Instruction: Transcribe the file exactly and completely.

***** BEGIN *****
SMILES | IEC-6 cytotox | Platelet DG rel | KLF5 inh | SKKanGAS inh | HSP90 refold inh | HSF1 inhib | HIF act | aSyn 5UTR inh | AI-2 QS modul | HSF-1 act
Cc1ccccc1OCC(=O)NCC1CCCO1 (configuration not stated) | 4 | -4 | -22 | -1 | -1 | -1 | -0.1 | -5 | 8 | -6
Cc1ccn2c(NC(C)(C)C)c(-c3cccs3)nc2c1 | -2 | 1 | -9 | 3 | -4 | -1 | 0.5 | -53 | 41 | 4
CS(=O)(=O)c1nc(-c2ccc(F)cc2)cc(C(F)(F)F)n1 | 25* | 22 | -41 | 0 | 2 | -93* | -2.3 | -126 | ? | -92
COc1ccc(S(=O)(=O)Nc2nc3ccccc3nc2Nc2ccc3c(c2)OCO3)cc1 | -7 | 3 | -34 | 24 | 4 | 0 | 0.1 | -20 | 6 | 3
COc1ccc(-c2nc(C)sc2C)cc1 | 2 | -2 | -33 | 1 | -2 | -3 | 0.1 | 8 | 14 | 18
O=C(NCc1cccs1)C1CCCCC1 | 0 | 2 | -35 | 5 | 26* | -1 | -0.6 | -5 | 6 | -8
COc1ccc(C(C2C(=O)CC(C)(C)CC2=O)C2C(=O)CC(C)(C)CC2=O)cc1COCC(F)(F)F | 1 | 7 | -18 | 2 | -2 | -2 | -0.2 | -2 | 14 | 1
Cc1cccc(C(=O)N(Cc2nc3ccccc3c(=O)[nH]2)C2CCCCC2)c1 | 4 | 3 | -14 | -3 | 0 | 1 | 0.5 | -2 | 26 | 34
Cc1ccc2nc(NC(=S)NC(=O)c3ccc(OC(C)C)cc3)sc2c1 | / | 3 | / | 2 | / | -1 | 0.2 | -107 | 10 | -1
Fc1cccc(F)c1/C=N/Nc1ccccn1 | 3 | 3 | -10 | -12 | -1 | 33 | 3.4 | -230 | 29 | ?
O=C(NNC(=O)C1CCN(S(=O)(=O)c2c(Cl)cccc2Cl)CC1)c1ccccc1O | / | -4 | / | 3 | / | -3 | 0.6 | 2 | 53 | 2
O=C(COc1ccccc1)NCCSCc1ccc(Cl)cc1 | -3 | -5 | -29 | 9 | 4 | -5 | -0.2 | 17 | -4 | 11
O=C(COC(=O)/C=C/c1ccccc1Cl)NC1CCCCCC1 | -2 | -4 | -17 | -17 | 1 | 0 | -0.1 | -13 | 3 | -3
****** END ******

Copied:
SMILES | IEC-6 cytotox | Platelet DG rel | KLF5 inh | SKKanGAS inh | HSP90 refold inh | HSF1 inhib | HIF act | aSyn 5UTR inh | AI-2 QS modul | HSF-1 act
Cc1ccccc1OCC(=O)NCC1CCCO1 (configuration not stated) | 4 | -4 | -22 | -1 | -1 | -1 | -0.1 | -5 | 8 | -6
Cc1ccn2c(NC(C)(C)C)c(-c3cccs3)nc2c1 | -2 | 1 | -9 | 3 | -4 | -1 | 0.5 | -53 | 41 | 4
CS(=O)(=O)c1nc(-c2ccc(F)cc2)cc(C(F)(F)F)n1 | 25* | 22 | -41 | 0 | 2 | -93* | -2.3 | -126 | ? | -92
COc1ccc(S(=O)(=O)Nc2nc3ccccc3nc2Nc2ccc3c(c2)OCO3)cc1 | -7 | 3 | -34 | 24 | 4 | 0 | 0.1 | -20 | 6 | 3
COc1ccc(-c2nc(C)sc2C)cc1 | 2 | -2 | -33 | 1 | -2 | -3 | 0.1 | 8 | 14 | 18
O=C(NCc1cccs1)C1CCCCC1 | 0 | 2 | -35 | 5 | 26* | -1 | -0.6 | -5 | 6 | -8
COc1ccc(C(C2C(=O)CC(C)(C)CC2=O)C2C(=O)CC(C)(C)CC2=O)cc1COCC(F)(F)F | 1 | 7 | -18 | 2 | -2 | -2 | -0.2 | -2 | 14 | 1
Cc1cccc(C(=O)N(Cc2nc3ccccc3c(=O)[nH]2)C2CCCCC2)c1 | 4 | 3 | -14 | -3 | 0 | 1 | 0.5 | -2 | 26 | 34
Cc1ccc2nc(NC(=S)NC(=O)c3ccc(OC(C)C)cc3)sc2c1 | / | 3 | / | 2 | / | -1 | 0.2 | -107 | 10 | -1
Fc1cccc(F)c1/C=N/Nc1ccccn1 | 3 | 3 | -10 | -12 | -1 | 33 | 3.4 | -230 | 29 | ?
O=C(NNC(=O)C1CCN(S(=O)(=O)c2c(Cl)cccc2Cl)CC1)c1ccccc1O | / | -4 | / | 3 | / | -3 | 0.6 | 2 | 53 | 2
O=C(COc1ccccc1)NCCSCc1ccc(Cl)cc1 | -3 | -5 | -29 | 9 | 4 | -5 | -0.2 | 17 | -4 | 11
O=C(COC(=O)/C=C/c1ccccc1Cl)NC1CCCCCC1 | -2 | -4 | -17 | -17 | 1 | 0 | -0.1 | -13 | 3 | -3